Assignment Earth

Assignment Earth, Environmental Protection, This American Land, Video / 10.03.2010

For 10 years, the Ski Area Citizens Coalition has published its ski area environmental report card, a rating system that grades ski resports across the west according to their impact on the natural environment. Paul Joyce, a conservation assoicate at the environmental protection group Colorado Wild, says a ski resort’s grade depends on how well it plays in its own backyard. “When a ski area expands into the back country, expands into habitat, affects wildlife, affects vegetation, thereby affecting water, watersheds, water quality,” Joyce said, “those things weigh really heavy with the report card.” Resorts owned by the Aspen Skiing Company dominate the highest rated resorts in the west. “People listen to us in part because we’re an interesting news story, but also because we’re business people.,” Auden Schendler, environmental affairs director at Aspen Skiing. “Ultimately we’re not environmentalists. We’re business people. And we see climate changes as an existential threat to business. In this edition of This American Land we explore ski resorts that employ environmentally sustainable practices to protect natural areas that surround their slopes.
Assignment Earth, Environmental Protection, Video / 08.03.2010

Researcher Aly Courtemanch starts her work day on skis. That’s how she gets around on the alpine terrain where she studies the Teton Range bighorn sheep herd. Using GPS devices and trail counters, Courtemanch a scientist at the Cooperative Fish & Wildlife Research Unit at the University of Wyoming, tracks the movemnts of both sheep and skiers. "We really want to get a better sense of how bighorn sheep survive in the Tetons, both summer and winter,” she said. “We don't know very much about this bighorn sheep herd, it's really small and really hard to study because they're so remote and hard to observe." While other wild sheep move down to more moderate terrain, this herd winteres at some of the highest elevations in Wyoming. But they’ve stopped migrating about 60 years ago due to human development, firs suppression and other factors. In this edition of This American Land researchers take a look at this species on the brink of extinction.
Assignment Earth, Environmental Protection, Video / 05.03.2010

Yellowstone National Park has been described as a winter wonderland. “We find that a lot of people from across the United States enjoy going into the park on snowmobiles, because ... you're out in the fresh air,” said Bill Howell, part owner of a local snowmobile and snowcoach tour company. “You get to see things on a snowmobile. With your guide you can stop and take pictures." But conservation groups have been seeking to ban snowmobiles here for more than a decade. Even snowmobile enthusiasts now admit the machines became a problem in 1990s. “The amount of machines and the amount of people going into the park skyrocketed, a lot more than I think anybody had ever predicted or thought would happen,’ Howell said. “And as a result it probably did get a little out of hand." In this edition of This American Land we take a look at efforts to create a balance between the use of snowmobiles in Yellowstone and those who aim to limit motorized access to the park.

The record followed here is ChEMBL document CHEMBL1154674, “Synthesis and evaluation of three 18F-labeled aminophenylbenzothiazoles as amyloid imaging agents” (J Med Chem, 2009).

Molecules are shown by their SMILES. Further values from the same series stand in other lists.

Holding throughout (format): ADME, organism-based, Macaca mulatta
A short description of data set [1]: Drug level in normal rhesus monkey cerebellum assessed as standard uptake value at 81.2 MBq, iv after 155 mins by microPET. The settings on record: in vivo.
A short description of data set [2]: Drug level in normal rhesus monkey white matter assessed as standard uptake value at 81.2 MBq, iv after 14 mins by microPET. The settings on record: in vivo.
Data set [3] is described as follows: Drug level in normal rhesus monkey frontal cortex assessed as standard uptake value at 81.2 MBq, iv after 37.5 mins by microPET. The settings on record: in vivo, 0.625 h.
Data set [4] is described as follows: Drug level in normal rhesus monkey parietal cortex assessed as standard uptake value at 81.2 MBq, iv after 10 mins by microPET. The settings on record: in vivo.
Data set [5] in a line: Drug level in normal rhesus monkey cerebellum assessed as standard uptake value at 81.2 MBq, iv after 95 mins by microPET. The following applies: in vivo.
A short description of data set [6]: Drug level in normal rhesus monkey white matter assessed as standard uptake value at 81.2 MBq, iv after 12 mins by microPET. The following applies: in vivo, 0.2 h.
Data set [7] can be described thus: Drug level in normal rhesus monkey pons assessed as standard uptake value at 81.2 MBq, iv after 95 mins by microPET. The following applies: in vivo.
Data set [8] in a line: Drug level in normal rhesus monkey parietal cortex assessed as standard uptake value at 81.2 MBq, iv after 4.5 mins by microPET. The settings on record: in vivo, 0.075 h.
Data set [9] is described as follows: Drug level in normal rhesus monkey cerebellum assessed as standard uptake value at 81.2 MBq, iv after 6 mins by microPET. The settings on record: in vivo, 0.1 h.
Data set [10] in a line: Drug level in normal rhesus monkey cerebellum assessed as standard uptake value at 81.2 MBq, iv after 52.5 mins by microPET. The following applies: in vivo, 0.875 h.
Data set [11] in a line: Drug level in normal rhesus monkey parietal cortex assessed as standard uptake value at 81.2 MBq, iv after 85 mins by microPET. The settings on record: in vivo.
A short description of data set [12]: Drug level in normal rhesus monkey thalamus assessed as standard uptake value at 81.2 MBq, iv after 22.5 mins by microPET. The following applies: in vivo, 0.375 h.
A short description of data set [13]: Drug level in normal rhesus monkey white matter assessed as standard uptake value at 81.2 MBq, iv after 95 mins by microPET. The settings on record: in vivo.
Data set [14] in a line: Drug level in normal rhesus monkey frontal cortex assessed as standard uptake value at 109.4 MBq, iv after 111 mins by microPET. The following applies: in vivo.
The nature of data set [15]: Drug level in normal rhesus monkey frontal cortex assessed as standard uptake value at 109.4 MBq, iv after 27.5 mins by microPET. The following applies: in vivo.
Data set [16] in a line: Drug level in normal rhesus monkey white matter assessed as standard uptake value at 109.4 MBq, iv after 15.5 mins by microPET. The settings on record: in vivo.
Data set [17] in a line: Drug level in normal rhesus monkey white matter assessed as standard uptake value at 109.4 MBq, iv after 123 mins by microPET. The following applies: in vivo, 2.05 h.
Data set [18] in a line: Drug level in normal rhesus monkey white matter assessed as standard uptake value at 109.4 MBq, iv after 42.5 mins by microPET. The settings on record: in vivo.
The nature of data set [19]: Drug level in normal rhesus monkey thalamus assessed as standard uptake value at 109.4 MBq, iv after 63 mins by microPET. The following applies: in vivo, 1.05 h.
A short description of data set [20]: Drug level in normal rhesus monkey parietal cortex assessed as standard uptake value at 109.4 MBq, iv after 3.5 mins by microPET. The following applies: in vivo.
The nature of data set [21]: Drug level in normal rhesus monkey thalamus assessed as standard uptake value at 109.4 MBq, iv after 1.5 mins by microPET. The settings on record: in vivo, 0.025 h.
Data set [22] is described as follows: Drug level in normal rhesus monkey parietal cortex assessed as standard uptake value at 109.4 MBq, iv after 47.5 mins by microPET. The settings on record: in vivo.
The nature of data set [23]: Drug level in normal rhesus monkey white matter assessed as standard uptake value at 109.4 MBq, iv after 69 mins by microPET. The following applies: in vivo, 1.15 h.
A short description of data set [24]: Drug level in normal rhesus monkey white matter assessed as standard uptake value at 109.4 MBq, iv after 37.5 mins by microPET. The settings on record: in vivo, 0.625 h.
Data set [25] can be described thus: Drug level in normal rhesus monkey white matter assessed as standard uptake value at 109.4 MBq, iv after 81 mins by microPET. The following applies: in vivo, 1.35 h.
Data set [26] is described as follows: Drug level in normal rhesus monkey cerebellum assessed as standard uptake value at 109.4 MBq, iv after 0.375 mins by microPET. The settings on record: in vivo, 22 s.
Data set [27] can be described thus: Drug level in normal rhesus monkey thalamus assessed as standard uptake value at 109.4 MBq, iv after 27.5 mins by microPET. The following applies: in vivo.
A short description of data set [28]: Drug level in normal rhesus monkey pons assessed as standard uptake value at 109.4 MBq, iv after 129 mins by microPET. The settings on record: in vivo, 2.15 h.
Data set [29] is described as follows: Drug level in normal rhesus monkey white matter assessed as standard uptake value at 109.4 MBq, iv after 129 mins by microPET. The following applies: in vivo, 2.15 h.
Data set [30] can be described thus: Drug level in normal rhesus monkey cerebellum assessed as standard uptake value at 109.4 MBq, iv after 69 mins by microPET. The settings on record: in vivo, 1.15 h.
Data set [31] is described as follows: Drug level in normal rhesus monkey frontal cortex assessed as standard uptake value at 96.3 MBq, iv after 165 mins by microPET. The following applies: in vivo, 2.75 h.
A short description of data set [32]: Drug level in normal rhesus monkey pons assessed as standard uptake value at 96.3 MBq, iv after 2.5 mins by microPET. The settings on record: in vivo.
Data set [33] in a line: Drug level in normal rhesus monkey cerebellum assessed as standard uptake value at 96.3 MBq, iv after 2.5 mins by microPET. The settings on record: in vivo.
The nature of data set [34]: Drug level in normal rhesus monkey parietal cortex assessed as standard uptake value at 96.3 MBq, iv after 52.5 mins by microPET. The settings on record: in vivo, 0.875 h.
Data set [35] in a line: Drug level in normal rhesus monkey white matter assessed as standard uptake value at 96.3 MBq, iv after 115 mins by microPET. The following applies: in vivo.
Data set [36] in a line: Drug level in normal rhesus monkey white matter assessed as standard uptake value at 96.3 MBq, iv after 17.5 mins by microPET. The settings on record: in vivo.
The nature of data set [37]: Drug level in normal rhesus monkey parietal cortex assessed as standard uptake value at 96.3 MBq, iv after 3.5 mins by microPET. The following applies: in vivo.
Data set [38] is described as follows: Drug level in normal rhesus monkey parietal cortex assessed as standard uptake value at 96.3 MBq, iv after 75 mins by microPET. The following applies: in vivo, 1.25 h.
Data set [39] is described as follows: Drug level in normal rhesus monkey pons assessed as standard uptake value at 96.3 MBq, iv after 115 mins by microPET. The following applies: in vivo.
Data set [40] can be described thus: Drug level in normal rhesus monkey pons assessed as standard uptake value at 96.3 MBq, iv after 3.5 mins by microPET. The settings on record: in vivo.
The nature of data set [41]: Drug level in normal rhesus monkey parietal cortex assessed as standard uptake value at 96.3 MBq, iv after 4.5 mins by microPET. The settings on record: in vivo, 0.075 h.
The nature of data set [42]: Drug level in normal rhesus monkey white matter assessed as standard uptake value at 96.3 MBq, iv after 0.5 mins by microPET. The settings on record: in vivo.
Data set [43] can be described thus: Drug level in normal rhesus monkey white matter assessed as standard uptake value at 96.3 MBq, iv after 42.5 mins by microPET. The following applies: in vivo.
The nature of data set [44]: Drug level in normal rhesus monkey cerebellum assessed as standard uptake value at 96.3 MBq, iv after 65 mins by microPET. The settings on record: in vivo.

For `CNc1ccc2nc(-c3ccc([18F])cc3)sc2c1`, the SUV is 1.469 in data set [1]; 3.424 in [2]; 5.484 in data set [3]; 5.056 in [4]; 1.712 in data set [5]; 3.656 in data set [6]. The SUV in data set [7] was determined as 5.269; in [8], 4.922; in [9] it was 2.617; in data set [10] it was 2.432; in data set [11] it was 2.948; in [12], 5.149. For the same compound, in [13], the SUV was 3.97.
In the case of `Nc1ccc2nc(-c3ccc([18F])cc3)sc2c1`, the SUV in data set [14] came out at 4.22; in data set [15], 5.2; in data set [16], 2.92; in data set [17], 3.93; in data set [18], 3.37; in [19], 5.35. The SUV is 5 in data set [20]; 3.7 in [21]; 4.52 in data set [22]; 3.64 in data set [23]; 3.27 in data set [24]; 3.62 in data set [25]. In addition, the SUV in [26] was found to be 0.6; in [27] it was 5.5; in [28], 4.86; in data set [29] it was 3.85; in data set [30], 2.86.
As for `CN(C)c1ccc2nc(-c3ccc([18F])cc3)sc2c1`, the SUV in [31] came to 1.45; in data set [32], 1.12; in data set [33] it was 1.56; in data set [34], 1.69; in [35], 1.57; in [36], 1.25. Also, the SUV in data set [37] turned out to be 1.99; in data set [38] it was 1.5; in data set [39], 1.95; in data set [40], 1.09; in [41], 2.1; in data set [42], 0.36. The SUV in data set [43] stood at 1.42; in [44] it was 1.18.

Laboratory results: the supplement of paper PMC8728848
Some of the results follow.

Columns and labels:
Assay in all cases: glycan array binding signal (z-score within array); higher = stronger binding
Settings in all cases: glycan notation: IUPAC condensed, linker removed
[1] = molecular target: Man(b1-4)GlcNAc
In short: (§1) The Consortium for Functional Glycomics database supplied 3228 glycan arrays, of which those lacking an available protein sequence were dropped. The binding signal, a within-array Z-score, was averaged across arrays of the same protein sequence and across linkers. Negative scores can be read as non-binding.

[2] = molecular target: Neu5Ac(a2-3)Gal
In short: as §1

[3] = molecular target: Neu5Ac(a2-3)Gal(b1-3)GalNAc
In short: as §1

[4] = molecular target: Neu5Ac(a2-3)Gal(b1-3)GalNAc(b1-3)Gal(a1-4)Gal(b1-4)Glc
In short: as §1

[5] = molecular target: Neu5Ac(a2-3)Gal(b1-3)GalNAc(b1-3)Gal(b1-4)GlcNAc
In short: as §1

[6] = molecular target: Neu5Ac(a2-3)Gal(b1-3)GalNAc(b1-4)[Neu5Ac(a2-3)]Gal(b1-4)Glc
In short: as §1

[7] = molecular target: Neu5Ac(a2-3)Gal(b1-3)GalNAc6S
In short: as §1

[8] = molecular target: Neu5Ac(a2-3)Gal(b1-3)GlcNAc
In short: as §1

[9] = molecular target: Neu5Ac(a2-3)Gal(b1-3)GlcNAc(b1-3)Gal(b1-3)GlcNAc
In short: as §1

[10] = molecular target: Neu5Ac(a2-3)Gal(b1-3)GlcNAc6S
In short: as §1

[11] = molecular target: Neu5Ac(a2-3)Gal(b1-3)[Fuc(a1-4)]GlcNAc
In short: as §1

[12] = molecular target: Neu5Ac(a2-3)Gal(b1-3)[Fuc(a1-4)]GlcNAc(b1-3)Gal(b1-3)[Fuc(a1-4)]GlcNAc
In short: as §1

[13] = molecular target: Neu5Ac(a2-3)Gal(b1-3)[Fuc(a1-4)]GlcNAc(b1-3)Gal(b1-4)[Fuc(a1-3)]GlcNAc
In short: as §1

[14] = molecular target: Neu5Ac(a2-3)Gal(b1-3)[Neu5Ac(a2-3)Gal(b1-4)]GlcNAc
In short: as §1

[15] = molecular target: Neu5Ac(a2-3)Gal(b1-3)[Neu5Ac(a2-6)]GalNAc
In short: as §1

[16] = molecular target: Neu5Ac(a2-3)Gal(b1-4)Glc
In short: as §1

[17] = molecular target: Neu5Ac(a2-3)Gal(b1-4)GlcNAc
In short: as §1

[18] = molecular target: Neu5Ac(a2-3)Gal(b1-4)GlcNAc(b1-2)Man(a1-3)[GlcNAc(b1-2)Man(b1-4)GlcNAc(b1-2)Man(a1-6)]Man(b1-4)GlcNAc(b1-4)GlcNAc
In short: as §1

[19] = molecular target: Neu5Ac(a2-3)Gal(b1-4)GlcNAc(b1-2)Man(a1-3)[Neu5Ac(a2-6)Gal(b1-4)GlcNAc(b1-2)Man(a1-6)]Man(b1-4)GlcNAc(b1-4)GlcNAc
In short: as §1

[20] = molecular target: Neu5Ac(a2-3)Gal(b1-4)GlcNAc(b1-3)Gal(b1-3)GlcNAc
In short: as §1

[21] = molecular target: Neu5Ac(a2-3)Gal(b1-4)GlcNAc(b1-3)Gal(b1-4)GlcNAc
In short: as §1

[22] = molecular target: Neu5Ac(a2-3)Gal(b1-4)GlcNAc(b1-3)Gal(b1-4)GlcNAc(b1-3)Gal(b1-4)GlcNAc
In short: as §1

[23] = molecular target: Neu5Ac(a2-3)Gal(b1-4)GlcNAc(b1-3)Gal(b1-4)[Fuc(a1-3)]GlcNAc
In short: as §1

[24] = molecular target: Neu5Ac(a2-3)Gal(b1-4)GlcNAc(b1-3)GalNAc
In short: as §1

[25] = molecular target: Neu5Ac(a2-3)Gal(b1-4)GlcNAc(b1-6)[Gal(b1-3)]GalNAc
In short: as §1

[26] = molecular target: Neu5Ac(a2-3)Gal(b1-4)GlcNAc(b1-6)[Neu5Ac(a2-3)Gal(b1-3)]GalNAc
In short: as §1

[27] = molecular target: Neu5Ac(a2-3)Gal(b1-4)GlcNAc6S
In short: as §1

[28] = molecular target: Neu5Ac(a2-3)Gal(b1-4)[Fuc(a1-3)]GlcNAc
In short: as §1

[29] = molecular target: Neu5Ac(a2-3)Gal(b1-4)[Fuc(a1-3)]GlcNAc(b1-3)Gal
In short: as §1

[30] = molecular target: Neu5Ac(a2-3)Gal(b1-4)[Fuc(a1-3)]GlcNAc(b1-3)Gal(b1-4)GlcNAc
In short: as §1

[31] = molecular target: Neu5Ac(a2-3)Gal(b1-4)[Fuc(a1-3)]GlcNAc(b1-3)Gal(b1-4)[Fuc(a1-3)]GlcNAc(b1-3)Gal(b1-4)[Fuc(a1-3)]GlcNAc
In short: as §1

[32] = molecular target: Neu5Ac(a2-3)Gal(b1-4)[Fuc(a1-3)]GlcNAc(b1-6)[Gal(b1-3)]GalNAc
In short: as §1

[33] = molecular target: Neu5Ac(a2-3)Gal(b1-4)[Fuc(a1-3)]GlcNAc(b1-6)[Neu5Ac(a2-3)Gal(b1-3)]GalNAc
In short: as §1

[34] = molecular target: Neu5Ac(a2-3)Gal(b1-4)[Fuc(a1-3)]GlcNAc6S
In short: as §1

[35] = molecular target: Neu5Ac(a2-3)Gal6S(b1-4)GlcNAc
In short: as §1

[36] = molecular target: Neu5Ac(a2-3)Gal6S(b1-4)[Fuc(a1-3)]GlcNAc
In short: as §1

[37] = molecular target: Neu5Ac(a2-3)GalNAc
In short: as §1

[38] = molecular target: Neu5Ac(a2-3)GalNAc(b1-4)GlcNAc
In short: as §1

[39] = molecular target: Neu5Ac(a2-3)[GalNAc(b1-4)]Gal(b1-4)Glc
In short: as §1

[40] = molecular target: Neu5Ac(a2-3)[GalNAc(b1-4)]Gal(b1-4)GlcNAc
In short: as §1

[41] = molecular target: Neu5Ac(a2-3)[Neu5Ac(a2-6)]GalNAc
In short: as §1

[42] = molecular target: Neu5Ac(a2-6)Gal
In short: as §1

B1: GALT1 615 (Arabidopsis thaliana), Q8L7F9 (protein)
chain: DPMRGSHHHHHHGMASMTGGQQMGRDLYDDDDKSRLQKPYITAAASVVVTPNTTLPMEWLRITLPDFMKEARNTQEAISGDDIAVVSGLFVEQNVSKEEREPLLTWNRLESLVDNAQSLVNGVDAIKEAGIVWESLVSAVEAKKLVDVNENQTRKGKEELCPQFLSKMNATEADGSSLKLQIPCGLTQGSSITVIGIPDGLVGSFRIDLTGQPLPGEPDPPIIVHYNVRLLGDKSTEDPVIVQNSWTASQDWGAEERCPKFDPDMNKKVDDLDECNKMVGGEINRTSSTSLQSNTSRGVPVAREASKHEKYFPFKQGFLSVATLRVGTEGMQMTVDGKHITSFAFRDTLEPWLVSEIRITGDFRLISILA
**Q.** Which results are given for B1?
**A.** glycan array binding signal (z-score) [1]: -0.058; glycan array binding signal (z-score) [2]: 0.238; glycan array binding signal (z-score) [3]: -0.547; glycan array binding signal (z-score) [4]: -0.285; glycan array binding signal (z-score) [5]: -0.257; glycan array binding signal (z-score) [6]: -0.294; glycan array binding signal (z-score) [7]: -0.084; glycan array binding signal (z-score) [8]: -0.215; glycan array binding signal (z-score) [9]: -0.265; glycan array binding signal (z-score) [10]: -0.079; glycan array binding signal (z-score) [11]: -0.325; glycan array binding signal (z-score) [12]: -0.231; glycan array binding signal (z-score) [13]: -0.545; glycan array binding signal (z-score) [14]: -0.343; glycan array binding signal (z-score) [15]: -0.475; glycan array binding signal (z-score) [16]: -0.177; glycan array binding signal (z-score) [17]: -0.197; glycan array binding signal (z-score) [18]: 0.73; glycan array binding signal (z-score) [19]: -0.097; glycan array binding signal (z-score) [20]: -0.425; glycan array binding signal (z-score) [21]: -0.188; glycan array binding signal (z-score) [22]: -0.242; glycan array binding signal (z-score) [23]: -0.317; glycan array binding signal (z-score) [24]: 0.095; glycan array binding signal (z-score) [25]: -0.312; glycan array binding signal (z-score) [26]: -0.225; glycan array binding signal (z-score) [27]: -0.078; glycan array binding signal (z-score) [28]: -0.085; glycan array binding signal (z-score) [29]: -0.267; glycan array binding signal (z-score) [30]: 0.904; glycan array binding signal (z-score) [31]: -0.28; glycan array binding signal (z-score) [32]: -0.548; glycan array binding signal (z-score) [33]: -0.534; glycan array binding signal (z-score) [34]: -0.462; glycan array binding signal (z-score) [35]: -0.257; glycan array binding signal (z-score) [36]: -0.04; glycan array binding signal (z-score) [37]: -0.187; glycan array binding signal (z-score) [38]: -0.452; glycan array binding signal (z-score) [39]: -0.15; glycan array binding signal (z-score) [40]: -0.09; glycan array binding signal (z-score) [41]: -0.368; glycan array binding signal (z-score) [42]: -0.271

Assignment Earth, This American Land / 03.03.2010

Last year the only known wild jaguar in the United States was captured in a trap and euthanized by Arizona Wildlife authorities. The death of this big cat, called Macho-B, triggered a federal investigation that found violations of the procedures that are meant to protect endangered species. But at the heart of this case are a number of federal wildlife protections that were tossed out in favor of the “Secure Fence Act.” In this edition of the This American Land we take look at the ecological impact of a 600-mile barrier along the Mexican boarder. Ostensibly to keep immigrants from illegally entering the U.S. this border fence is also preventing the migration of several animal species. Our jaguars here depend on a source population in Mexico that are dispersing up to the United States looking for habitat, looking for mates, looking to establish new territories,” said Randy Serraglio of the Center for Biological Diversity. “And if they can’t get through that border wall, they’re not gonna come here.”
Assignment Earth, Video / 27.02.2010

Tougher Drilling Rules on Public Land

Produced by Melinda Binks and Rebecca Hunting Drilling on public land supplies 27 percent of the nation’s natural gas. But producing this relatively cheap, clean burning fuel comes at a cost. “We’re having traditions disrupted,” said Steve Belinda, of the Theodore Roosevelt Conservation Partnership. “Places where extended families would spend two weeks hunting and camping together, all of the sudden they show up and they’re in the middle of some energy development with big trucks and noise and tons of roads.” This edition of Assignment Earth takes a look at new regulations enacted by the Obama administration that require an environmental impact report to be filed in advance of drilling on public land. Question: Should the recreational use and preservation of public land supercede oil and gas drilling that could speed the recovery of our economy and reduce our dependence on foreign sources of energy?
Assignment Earth, Environmental Protection / 26.02.2010

There’s a new media organization dedicated to environmental reporting. Assignment Earth creates compelling news stories on issues related to wildlife conservation, industrial pollution, destruction of natural habitats and the ecological impact of climate change.  Distributed online, and on Public Broadcasting Service stations nationwide  under the title This American Land, AE programs aim to educate viewers on these issues, encourage other reporters to cover similar stories, and to energize public debate.